Mayoral Runoffs In San Antonio, El Paso And Pasadena Fail To Grab Voters' Attention
Have you voted yet? We're looking at you Pasadena, and you, El Paso, and you, too, San Antonio. Tomorrow there are runoff elections in all three cities. And in each city, the top job in city government is at stake.
Texas Standard spoke to reporters covering mayoral races in San Antonio, El Paso and Pasadena.
In the Alamo City, incumbent Mayor Ivy Taylor has found herself in a runoff election for the second time. Taylor is San Antonio's first female African-American mayor, and the first black woman to lead any U.S. city of more than a million people. Taylor faces a former city councilmember, Ron Nirenberg.
"Nirenberg as a councilmember last year voted against a police contract that Ivy Taylor helped to engineer," Garcia says. "He thought that it was not financially prudent – that it was going to cost the city too much money."
The candidates also disagree about whether San Antonio should support the Mexican-American Legal Defense Fund (MALDEF) lawsuit against the state's new "sanctuary cities" law. Taylor did not support joining the suit while Nirenberg supports it.
Garcia says the race for San Antonio mayor has narrowed since the initial election.
"I think we're looking at a very close race," he says. "She finished five points ahead in the general election last month, but that was closer than most people expected. And Ron Nirenberg since then has gained the endorsement of former Mayor Julian Castro, who I think is going to help him, particularly on the west side of the city, and the south side where there are a lot of Democratic votes."
Garcia says Castro's endorsement may actually hurt Nirenberg on the more conservative north side of San Antonio, where many voters feel less warmly toward Castro.
In El Paso, former state Rep. Dee Margo and political newcomer David Saucedo are seeking the mayor's job.
Bob Moore is covering the election for the El Paso Times, which is part of the USA Today Network. He says voter interest in the runoff has been low.
"In the first round of voting, on May 6, we had the lowest turnout ever for a mayoral election in El Paso," Moore says. "Only about eight percent of registered voters went to the polls, and that's holding true in early voting for the runoff... early voting this year is off 35 percent from the last runoff we had in 2013."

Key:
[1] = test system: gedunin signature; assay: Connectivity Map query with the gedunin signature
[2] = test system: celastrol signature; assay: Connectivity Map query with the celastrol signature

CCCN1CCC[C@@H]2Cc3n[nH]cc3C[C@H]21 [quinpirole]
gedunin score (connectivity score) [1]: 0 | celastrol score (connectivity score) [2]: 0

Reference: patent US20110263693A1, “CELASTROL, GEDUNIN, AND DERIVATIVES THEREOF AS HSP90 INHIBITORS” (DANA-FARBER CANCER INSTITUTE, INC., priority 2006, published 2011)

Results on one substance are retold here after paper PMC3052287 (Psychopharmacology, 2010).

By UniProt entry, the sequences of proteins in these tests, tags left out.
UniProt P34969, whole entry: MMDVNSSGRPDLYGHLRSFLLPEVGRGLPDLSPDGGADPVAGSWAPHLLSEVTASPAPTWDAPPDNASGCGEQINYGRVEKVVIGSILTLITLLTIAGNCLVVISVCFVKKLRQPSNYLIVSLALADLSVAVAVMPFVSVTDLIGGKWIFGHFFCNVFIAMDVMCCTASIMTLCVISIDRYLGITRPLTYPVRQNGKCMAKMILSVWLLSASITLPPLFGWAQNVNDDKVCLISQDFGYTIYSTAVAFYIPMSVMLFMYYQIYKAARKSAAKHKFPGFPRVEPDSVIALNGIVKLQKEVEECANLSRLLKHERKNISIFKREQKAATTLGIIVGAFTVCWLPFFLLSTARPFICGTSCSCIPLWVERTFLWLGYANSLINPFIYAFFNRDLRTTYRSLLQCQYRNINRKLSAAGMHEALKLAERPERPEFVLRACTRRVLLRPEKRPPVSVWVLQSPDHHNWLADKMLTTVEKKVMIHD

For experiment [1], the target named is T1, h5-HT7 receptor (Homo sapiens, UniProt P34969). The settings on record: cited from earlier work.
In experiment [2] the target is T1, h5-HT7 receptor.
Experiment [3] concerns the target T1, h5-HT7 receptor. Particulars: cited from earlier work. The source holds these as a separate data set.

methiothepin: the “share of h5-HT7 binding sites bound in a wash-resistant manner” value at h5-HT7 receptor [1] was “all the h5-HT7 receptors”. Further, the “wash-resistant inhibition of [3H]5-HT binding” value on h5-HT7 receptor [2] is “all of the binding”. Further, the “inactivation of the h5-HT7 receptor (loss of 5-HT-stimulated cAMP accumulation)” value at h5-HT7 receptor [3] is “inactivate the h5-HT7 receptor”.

Both candidates have been known as partisan Republicans, in a solidly Democratic city. El Paso's mayor is elected on a non-partisan basis. Moore says the chair of the El Paso Democratic Party has urged voters to go to the polls, but to "essentially cast a blank ballot for mayor as a form of protest."
Pasadena voters are choosing a new mayor as the city faces a lawsuit over the way voting districts were drawn by the current, outgoing mayor. The candidates, Jeff Wagner and J. R. Moon, are similar, at least in demographic terms. They are middle-aged white men, in a community where Latino voter representation is the reason for the current lawsuit.
Mike Snyder, a columnist for the Houston Chronicle, says a council district plan engineered by outgoing Mayor Johnny Isbell did not please a group of residents, who allege in their suit that the new system discriminates against Latino voters. The district plan, says Snyder, was made possible by the Supreme Court ruling that weakened the federal Voting Rights Act.
"There were three Latino candidates who ran for mayor," Snyder says. "None of them made the runoff. This is another example of the difficulty of those who are fighting on behalf of the Latino residents of Pasadena are having [in] getting a sufficient level of engagement from Latino residents."
Snyder says the only items on the Pasadena ballot are the mayor's race and one city council position. He also says turnout in runoff elections is historically low.
Written by Shelly Brisbin.